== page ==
‘Twin Towers’ assist with Manhattan dredge work

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The 96-foot Chesapeake Coast and Discovery Coast on the Kill Van Kull near the Bayonne Bridge, which connects Staten Island, N.Y., with Bayonne, N.J. The tops of the push knees ride 25 feet above the water, while the pilothouse affords the navigation crew a 50-foot height of eye.

Tugboaters and tugboat watchers took notice of identical twin tugs working in the Port of New York this spring and summer.

“The guys on the dredge call us the Twin Towers,” said Capt. Barry Sadler, referring to the Dann Marine Towing tugboats Chesapeake Coast and Discovery Coast.

The dredge in question was Great Lakes Dredge & Dock’s No. 55, which the Dann Marine tugs were working with as part of an operation to take dredged spoil from the cruise ship terminals in Manhattan and dump it offshore. Sadler made his observation from Chesapeake Coast’s sole pilothouse, six decks above the water, with a 50-foot height of eye.

Mate Jason Strohecker on the joysticks of Chesapeake Coast  as Capt. Barry Sadler looks on.


The tall pilothouses are not the only vertical elements that are unusual about the two tugs. The push knees, each with a thick wrap of M&M Bumper rubber, rise 25 feet from the waterline.

“So far the knees have worked great with everything we’ve gone up against,” said Sadler. “It doesn’t matter how high the barge is because the knees will reach up. And they fit into some good sized notches snug and tight.”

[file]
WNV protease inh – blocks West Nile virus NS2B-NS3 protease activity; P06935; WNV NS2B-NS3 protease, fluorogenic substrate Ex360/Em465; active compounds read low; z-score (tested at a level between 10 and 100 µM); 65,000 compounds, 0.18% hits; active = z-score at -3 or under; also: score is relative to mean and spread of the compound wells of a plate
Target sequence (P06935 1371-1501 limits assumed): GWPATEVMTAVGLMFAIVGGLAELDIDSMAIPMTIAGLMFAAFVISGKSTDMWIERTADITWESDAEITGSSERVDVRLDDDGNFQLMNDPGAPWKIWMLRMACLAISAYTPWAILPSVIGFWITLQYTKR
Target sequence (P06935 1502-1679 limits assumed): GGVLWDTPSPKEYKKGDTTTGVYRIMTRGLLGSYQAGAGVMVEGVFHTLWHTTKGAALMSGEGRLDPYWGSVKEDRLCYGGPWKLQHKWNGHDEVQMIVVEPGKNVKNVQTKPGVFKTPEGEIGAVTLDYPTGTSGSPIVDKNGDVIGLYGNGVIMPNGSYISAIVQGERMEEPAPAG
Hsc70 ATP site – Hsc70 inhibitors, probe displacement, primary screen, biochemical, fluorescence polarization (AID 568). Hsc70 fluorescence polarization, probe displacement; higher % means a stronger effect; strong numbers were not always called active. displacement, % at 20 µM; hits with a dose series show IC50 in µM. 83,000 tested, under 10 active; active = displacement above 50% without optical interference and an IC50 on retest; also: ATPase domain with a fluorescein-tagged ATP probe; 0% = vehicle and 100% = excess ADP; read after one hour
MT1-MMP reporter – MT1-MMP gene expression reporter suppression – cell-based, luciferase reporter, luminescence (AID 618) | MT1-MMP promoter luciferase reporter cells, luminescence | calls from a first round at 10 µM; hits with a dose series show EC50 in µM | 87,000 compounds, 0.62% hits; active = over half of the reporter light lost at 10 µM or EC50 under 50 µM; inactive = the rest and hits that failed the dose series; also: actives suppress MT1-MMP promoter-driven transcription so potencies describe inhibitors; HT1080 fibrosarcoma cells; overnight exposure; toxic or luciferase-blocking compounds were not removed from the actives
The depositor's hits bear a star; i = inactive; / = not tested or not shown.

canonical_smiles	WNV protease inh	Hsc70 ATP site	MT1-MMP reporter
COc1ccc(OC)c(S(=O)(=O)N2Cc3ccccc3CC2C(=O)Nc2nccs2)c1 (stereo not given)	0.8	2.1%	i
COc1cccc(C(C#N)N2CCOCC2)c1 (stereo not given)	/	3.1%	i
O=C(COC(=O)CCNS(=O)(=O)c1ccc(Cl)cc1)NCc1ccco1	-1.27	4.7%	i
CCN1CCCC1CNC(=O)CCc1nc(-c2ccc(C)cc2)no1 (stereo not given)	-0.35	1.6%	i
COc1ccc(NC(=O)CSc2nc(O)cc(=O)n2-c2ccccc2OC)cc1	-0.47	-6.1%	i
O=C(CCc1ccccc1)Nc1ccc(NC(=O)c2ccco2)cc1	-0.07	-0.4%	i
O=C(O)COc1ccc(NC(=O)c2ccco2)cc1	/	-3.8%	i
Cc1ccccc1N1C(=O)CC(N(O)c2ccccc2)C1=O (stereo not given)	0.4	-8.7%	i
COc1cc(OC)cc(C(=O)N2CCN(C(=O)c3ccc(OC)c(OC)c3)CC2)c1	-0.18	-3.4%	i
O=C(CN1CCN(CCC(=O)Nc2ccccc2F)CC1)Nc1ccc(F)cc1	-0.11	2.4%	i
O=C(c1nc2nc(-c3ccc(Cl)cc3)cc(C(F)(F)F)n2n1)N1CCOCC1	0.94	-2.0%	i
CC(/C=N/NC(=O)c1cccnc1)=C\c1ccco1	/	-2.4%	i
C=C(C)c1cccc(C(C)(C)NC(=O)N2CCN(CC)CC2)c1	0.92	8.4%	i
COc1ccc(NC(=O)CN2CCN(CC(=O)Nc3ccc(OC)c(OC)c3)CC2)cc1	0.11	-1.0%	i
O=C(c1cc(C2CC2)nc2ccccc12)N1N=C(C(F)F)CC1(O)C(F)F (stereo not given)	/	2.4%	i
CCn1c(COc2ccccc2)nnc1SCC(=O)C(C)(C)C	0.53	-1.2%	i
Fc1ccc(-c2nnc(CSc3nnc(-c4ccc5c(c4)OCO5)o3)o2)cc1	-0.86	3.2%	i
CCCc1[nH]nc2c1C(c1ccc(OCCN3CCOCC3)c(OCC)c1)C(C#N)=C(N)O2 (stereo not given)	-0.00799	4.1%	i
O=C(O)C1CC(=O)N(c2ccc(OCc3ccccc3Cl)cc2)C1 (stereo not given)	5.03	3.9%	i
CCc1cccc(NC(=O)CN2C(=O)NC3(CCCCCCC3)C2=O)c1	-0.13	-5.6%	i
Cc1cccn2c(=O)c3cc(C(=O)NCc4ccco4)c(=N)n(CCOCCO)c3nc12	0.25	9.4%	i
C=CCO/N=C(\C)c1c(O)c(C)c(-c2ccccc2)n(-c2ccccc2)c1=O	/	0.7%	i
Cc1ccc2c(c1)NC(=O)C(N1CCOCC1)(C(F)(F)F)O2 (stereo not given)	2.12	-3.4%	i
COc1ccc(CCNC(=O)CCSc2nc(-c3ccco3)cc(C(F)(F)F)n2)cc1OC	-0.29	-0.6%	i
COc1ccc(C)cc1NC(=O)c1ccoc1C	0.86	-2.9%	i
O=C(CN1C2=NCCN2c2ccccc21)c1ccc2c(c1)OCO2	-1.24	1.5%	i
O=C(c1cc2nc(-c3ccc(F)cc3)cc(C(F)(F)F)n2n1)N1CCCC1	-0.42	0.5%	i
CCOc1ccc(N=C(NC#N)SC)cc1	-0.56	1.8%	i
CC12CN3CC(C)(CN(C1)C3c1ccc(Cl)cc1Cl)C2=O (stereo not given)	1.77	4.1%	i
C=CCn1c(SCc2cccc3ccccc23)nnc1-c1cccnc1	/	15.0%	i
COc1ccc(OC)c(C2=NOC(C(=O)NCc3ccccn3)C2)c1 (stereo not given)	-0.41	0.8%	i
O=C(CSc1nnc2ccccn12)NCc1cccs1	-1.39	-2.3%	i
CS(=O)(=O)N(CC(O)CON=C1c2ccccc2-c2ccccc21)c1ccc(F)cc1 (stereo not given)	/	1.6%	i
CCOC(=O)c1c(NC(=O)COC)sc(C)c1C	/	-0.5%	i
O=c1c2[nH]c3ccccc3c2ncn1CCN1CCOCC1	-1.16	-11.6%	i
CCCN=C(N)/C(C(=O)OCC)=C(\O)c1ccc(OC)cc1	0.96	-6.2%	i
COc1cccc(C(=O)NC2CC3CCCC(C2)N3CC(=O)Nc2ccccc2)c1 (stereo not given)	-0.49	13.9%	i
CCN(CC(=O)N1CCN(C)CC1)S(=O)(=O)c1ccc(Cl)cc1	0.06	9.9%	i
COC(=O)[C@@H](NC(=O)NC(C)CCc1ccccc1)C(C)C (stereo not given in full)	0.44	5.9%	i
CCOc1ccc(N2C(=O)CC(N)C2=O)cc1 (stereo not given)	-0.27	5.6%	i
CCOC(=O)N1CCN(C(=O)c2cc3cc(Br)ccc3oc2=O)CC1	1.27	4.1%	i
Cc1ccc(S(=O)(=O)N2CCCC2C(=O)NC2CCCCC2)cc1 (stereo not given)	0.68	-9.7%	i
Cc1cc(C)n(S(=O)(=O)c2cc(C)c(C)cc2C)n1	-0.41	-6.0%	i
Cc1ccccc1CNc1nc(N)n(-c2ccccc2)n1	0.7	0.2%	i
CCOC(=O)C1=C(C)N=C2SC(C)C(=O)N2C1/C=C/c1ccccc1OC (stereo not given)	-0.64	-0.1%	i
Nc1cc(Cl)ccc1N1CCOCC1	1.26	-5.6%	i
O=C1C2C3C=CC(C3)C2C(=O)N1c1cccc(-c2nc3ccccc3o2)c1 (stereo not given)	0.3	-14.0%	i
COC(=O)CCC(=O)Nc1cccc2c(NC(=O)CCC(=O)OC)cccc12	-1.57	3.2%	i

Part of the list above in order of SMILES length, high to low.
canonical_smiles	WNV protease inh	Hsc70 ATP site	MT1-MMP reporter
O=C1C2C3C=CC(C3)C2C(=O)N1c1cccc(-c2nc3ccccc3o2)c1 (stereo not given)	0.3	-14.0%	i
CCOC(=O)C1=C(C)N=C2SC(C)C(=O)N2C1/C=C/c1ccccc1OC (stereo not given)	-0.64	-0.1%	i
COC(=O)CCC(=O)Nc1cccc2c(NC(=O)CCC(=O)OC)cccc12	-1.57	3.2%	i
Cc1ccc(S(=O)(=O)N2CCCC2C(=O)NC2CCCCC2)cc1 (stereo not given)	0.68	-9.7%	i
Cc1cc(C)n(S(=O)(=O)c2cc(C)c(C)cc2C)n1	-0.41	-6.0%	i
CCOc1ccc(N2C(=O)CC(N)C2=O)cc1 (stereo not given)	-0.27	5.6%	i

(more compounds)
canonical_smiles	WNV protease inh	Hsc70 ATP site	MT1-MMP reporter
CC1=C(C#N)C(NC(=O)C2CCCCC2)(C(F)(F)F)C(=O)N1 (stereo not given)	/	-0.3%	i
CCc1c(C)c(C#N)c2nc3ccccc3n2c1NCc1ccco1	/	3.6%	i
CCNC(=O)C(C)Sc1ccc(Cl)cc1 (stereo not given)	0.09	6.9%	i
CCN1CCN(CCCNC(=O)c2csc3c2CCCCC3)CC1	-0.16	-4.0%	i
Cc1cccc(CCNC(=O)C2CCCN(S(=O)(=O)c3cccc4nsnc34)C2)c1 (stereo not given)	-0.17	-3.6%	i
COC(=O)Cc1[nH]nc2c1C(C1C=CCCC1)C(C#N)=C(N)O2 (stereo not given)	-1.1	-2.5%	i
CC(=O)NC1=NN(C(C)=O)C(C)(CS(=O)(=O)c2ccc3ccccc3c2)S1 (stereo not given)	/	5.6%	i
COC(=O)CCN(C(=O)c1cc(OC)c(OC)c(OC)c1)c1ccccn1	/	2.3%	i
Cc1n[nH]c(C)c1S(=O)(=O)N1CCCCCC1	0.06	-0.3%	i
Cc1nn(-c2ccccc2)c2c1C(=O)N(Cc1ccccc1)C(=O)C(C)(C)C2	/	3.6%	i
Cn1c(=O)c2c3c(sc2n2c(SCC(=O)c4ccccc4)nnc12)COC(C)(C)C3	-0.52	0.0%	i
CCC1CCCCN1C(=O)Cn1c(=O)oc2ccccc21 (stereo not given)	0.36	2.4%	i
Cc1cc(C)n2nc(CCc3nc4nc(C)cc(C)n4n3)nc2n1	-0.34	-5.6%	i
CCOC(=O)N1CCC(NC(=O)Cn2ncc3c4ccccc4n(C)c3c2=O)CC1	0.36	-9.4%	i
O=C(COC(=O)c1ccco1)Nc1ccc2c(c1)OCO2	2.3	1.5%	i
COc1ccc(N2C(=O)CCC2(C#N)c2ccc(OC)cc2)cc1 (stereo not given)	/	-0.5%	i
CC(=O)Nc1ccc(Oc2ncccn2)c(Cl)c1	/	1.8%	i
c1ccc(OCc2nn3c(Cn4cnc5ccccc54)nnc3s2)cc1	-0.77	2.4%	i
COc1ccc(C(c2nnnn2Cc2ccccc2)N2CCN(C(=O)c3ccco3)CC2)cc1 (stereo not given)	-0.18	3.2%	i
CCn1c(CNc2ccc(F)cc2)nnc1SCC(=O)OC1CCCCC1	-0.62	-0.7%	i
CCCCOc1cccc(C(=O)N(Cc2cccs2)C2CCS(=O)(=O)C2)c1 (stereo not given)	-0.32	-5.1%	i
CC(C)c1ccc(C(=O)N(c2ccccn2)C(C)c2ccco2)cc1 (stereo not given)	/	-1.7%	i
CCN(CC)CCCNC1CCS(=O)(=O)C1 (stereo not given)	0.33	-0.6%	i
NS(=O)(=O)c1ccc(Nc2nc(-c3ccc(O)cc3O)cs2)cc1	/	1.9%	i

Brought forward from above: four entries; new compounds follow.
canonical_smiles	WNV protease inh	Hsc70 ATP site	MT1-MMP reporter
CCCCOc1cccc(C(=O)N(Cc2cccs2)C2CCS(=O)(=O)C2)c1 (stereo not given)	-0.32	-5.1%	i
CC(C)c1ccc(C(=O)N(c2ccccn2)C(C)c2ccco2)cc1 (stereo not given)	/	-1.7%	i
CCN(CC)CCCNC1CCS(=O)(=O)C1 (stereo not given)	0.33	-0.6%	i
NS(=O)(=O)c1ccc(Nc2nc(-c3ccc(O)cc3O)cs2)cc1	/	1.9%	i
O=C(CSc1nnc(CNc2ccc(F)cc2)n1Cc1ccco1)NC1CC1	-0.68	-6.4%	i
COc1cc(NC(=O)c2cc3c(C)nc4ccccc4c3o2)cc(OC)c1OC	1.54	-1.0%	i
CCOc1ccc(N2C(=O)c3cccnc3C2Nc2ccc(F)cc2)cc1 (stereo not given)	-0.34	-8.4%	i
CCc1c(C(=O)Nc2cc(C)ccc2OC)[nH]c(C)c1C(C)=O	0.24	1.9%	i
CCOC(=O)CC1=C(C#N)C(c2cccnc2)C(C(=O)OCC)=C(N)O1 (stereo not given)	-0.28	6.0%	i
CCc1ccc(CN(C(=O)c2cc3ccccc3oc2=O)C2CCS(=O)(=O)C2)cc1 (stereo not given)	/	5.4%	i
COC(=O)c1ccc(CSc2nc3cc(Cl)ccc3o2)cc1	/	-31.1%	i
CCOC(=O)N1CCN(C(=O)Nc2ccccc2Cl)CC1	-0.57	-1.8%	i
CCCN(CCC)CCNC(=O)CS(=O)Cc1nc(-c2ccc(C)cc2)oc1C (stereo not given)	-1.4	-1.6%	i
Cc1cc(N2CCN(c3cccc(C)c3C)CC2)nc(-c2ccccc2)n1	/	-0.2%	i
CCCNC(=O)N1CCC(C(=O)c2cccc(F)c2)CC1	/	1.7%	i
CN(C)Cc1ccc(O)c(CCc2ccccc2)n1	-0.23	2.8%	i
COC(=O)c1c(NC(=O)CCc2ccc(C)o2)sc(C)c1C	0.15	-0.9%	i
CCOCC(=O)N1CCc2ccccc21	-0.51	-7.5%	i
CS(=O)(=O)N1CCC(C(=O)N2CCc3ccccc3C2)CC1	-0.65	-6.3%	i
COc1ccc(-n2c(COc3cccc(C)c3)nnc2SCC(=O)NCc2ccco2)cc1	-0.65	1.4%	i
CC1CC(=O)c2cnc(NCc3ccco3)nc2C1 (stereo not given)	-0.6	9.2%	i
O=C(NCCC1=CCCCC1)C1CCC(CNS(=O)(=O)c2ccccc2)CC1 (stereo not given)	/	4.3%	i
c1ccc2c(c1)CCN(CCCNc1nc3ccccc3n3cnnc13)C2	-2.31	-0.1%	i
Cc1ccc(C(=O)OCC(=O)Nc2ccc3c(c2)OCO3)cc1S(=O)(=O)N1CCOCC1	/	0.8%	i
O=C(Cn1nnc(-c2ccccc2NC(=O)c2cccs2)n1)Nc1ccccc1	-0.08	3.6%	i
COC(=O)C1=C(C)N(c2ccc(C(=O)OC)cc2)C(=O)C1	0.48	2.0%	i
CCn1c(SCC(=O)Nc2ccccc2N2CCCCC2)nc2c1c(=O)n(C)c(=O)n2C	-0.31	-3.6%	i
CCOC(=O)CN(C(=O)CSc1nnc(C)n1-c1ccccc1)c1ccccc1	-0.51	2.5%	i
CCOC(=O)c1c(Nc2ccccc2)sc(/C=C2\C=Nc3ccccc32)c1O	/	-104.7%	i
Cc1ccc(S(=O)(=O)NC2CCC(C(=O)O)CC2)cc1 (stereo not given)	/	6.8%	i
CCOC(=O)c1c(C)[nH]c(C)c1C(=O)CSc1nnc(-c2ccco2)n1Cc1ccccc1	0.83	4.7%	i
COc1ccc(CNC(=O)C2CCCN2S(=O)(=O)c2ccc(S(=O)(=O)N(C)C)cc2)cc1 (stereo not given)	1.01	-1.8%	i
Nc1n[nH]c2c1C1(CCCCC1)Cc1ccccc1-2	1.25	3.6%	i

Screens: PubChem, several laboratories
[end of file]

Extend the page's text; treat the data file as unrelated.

Left to right: Mate Jason Strohecker, Engineer James Seagle, deck hands Chris Nance and Arnel Sarino, and Capt. Barry Sadler.


On barges with a smaller notch, the crew performs a regular face-up with the face wires running back along the tug, then through sheaves on the aft deck and back out to the barge’s stern corners. “And with the Nabrico winches, it’s a fast makeup. We do all of the winching from the wheelhouse using cameras. The tugs have eight cameras set up to cover all of the deck areas, wired to monitors in the pilothouse.”

A tour of Chesapeake is a “Jack in the Beanstalk” experience. The visitor ascends a staircase from the main deck’s galley and crew quarters to the officer’s quarters on 01 deck, then continues up through an office open to the staircase on 02 deck, to a similar arrangement in the chart room on 03 deck. A small galley, head and electronics circle the stairs on 04 deck leading to 05 and the pilothouse above.

One of the two Caterpillar 3512 B diesels which generate a total of 3,000 hp through Reintjes 6:1 gears. The boats’ Rice nozzles and triple-vane rudders give them outstanding maneuverability.


The propulsion on both tugs is provided by two Caterpillar 1,500-hp, 3512 B diesels and Reintjes 6:1 gears. On the aft deck is an Intercon DD-200 towing winch with 2,000 feet of 2-inch wire. The two Nabrico 60-ton deck winches are on the foredeck shaded by those big knees.

“Her maneuverability is awesome with the triple-vane rudders and the Rice nozzles,” said Sadler. “She can turn on a dime.”

Dann Marine Towing is a family owned company located in Chesapeake City, Md., on the Chesapeake and Delaware Canal, operated by Robert Dann Sr., Robert Dann Jr., Christopher Dann and J.C. Dann.